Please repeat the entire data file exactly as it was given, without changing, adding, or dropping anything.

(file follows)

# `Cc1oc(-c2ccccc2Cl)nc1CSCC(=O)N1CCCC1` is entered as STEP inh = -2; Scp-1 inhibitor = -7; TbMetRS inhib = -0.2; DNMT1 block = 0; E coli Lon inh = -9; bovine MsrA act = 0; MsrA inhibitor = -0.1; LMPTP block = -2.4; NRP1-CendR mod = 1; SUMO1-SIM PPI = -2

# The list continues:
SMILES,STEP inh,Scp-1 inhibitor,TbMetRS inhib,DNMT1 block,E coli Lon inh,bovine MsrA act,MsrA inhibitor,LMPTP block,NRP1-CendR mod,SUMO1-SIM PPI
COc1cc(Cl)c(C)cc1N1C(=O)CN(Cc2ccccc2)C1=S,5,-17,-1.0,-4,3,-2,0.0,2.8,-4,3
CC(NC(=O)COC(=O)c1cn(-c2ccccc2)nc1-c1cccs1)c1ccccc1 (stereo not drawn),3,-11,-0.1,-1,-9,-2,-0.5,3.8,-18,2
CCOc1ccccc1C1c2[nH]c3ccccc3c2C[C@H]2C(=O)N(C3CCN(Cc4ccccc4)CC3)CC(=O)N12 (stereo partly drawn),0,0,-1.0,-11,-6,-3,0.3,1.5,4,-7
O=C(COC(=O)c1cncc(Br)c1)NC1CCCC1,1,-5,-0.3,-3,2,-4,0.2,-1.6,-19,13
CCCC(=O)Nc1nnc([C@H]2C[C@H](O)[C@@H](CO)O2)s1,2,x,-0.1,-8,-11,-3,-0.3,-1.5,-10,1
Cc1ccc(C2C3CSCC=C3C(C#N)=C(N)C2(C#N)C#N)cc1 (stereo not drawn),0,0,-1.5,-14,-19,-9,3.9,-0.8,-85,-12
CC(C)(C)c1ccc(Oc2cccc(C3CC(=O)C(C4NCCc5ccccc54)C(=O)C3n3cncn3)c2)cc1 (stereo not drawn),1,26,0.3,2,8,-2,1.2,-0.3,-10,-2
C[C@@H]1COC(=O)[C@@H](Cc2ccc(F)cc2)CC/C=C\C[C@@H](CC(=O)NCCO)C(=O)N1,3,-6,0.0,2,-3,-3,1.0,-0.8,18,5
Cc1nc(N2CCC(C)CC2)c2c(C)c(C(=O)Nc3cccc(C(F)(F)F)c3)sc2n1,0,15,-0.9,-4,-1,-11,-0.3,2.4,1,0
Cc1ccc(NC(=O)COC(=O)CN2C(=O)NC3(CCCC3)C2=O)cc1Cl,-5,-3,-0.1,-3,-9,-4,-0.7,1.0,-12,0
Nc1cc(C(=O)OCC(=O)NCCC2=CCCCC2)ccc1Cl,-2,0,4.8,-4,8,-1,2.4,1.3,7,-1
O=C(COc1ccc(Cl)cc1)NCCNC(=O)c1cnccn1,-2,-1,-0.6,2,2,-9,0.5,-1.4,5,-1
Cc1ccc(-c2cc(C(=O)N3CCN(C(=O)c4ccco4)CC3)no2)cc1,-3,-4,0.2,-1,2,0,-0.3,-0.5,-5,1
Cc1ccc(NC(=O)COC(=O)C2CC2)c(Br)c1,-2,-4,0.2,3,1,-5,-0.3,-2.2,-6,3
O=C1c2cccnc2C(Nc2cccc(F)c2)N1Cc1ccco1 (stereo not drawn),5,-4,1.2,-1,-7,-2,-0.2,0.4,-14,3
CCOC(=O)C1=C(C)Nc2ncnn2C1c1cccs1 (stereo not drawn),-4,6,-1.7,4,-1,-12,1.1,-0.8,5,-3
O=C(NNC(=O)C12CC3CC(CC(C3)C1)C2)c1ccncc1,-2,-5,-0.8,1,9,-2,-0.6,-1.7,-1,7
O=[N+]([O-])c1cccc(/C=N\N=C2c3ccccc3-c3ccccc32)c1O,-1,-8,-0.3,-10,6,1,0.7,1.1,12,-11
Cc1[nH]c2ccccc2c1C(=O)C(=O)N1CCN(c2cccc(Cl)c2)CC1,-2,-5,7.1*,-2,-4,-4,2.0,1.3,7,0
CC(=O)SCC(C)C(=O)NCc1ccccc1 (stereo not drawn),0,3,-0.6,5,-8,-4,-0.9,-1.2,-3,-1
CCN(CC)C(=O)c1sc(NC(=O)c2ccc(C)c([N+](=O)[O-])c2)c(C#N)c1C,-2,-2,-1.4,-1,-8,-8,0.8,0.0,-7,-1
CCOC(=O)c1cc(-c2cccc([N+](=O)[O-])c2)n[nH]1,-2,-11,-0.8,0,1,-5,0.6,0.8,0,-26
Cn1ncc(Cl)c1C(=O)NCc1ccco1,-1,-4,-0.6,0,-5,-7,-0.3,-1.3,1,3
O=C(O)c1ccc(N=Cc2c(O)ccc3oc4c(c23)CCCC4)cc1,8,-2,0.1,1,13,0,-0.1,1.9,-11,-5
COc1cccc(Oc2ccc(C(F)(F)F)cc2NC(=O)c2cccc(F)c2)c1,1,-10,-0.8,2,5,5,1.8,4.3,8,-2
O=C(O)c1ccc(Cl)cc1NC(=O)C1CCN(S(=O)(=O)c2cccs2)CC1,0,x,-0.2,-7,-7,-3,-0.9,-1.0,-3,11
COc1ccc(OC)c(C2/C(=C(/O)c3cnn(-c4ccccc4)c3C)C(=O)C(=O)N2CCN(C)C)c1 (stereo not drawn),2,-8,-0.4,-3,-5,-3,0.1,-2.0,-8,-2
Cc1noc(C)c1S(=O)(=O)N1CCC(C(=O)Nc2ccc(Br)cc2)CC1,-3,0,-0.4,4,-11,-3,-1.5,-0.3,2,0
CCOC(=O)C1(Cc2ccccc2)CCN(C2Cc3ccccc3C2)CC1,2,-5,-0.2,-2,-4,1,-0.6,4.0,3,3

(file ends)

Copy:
# `Cc1oc(-c2ccccc2Cl)nc1CSCC(=O)N1CCCC1` is entered as STEP inh = -2; Scp-1 inhibitor = -7; TbMetRS inhib = -0.2; DNMT1 block = 0; E coli Lon inh = -9; bovine MsrA act = 0; MsrA inhibitor = -0.1; LMPTP block = -2.4; NRP1-CendR mod = 1; SUMO1-SIM PPI = -2

# The list continues:
SMILES,STEP inh,Scp-1 inhibitor,TbMetRS inhib,DNMT1 block,E coli Lon inh,bovine MsrA act,MsrA inhibitor,LMPTP block,NRP1-CendR mod,SUMO1-SIM PPI
COc1cc(Cl)c(C)cc1N1C(=O)CN(Cc2ccccc2)C1=S,5,-17,-1.0,-4,3,-2,0.0,2.8,-4,3
CC(NC(=O)COC(=O)c1cn(-c2ccccc2)nc1-c1cccs1)c1ccccc1 (stereo not drawn),3,-11,-0.1,-1,-9,-2,-0.5,3.8,-18,2
CCOc1ccccc1C1c2[nH]c3ccccc3c2C[C@H]2C(=O)N(C3CCN(Cc4ccccc4)CC3)CC(=O)N12 (stereo partly drawn),0,0,-1.0,-11,-6,-3,0.3,1.5,4,-7
O=C(COC(=O)c1cncc(Br)c1)NC1CCCC1,1,-5,-0.3,-3,2,-4,0.2,-1.6,-19,13
CCCC(=O)Nc1nnc([C@H]2C[C@H](O)[C@@H](CO)O2)s1,2,x,-0.1,-8,-11,-3,-0.3,-1.5,-10,1
Cc1ccc(C2C3CSCC=C3C(C#N)=C(N)C2(C#N)C#N)cc1 (stereo not drawn),0,0,-1.5,-14,-19,-9,3.9,-0.8,-85,-12
CC(C)(C)c1ccc(Oc2cccc(C3CC(=O)C(C4NCCc5ccccc54)C(=O)C3n3cncn3)c2)cc1 (stereo not drawn),1,26,0.3,2,8,-2,1.2,-0.3,-10,-2
C[C@@H]1COC(=O)[C@@H](Cc2ccc(F)cc2)CC/C=C\C[C@@H](CC(=O)NCCO)C(=O)N1,3,-6,0.0,2,-3,-3,1.0,-0.8,18,5
Cc1nc(N2CCC(C)CC2)c2c(C)c(C(=O)Nc3cccc(C(F)(F)F)c3)sc2n1,0,15,-0.9,-4,-1,-11,-0.3,2.4,1,0
Cc1ccc(NC(=O)COC(=O)CN2C(=O)NC3(CCCC3)C2=O)cc1Cl,-5,-3,-0.1,-3,-9,-4,-0.7,1.0,-12,0
Nc1cc(C(=O)OCC(=O)NCCC2=CCCCC2)ccc1Cl,-2,0,4.8,-4,8,-1,2.4,1.3,7,-1
O=C(COc1ccc(Cl)cc1)NCCNC(=O)c1cnccn1,-2,-1,-0.6,2,2,-9,0.5,-1.4,5,-1
Cc1ccc(-c2cc(C(=O)N3CCN(C(=O)c4ccco4)CC3)no2)cc1,-3,-4,0.2,-1,2,0,-0.3,-0.5,-5,1
Cc1ccc(NC(=O)COC(=O)C2CC2)c(Br)c1,-2,-4,0.2,3,1,-5,-0.3,-2.2,-6,3
O=C1c2cccnc2C(Nc2cccc(F)c2)N1Cc1ccco1 (stereo not drawn),5,-4,1.2,-1,-7,-2,-0.2,0.4,-14,3
CCOC(=O)C1=C(C)Nc2ncnn2C1c1cccs1 (stereo not drawn),-4,6,-1.7,4,-1,-12,1.1,-0.8,5,-3
O=C(NNC(=O)C12CC3CC(CC(C3)C1)C2)c1ccncc1,-2,-5,-0.8,1,9,-2,-0.6,-1.7,-1,7
O=[N+]([O-])c1cccc(/C=N\N=C2c3ccccc3-c3ccccc32)c1O,-1,-8,-0.3,-10,6,1,0.7,1.1,12,-11
Cc1[nH]c2ccccc2c1C(=O)C(=O)N1CCN(c2cccc(Cl)c2)CC1,-2,-5,7.1*,-2,-4,-4,2.0,1.3,7,0
CC(=O)SCC(C)C(=O)NCc1ccccc1 (stereo not drawn),0,3,-0.6,5,-8,-4,-0.9,-1.2,-3,-1
CCN(CC)C(=O)c1sc(NC(=O)c2ccc(C)c([N+](=O)[O-])c2)c(C#N)c1C,-2,-2,-1.4,-1,-8,-8,0.8,0.0,-7,-1
CCOC(=O)c1cc(-c2cccc([N+](=O)[O-])c2)n[nH]1,-2,-11,-0.8,0,1,-5,0.6,0.8,0,-26
Cn1ncc(Cl)c1C(=O)NCc1ccco1,-1,-4,-0.6,0,-5,-7,-0.3,-1.3,1,3
O=C(O)c1ccc(N=Cc2c(O)ccc3oc4c(c23)CCCC4)cc1,8,-2,0.1,1,13,0,-0.1,1.9,-11,-5
COc1cccc(Oc2ccc(C(F)(F)F)cc2NC(=O)c2cccc(F)c2)c1,1,-10,-0.8,2,5,5,1.8,4.3,8,-2
O=C(O)c1ccc(Cl)cc1NC(=O)C1CCN(S(=O)(=O)c2cccs2)CC1,0,x,-0.2,-7,-7,-3,-0.9,-1.0,-3,11
COc1ccc(OC)c(C2/C(=C(/O)c3cnn(-c4ccccc4)c3C)C(=O)C(=O)N2CCN(C)C)c1 (stereo not drawn),2,-8,-0.4,-3,-5,-3,0.1,-2.0,-8,-2
Cc1noc(C)c1S(=O)(=O)N1CCC(C(=O)Nc2ccc(Br)cc2)CC1,-3,0,-0.4,4,-11,-3,-1.5,-0.3,2,0
CCOC(=O)C1(Cc2ccccc2)CCN(C2Cc3ccccc3C2)CC1,2,-5,-0.2,-2,-4,1,-0.6,4.0,3,3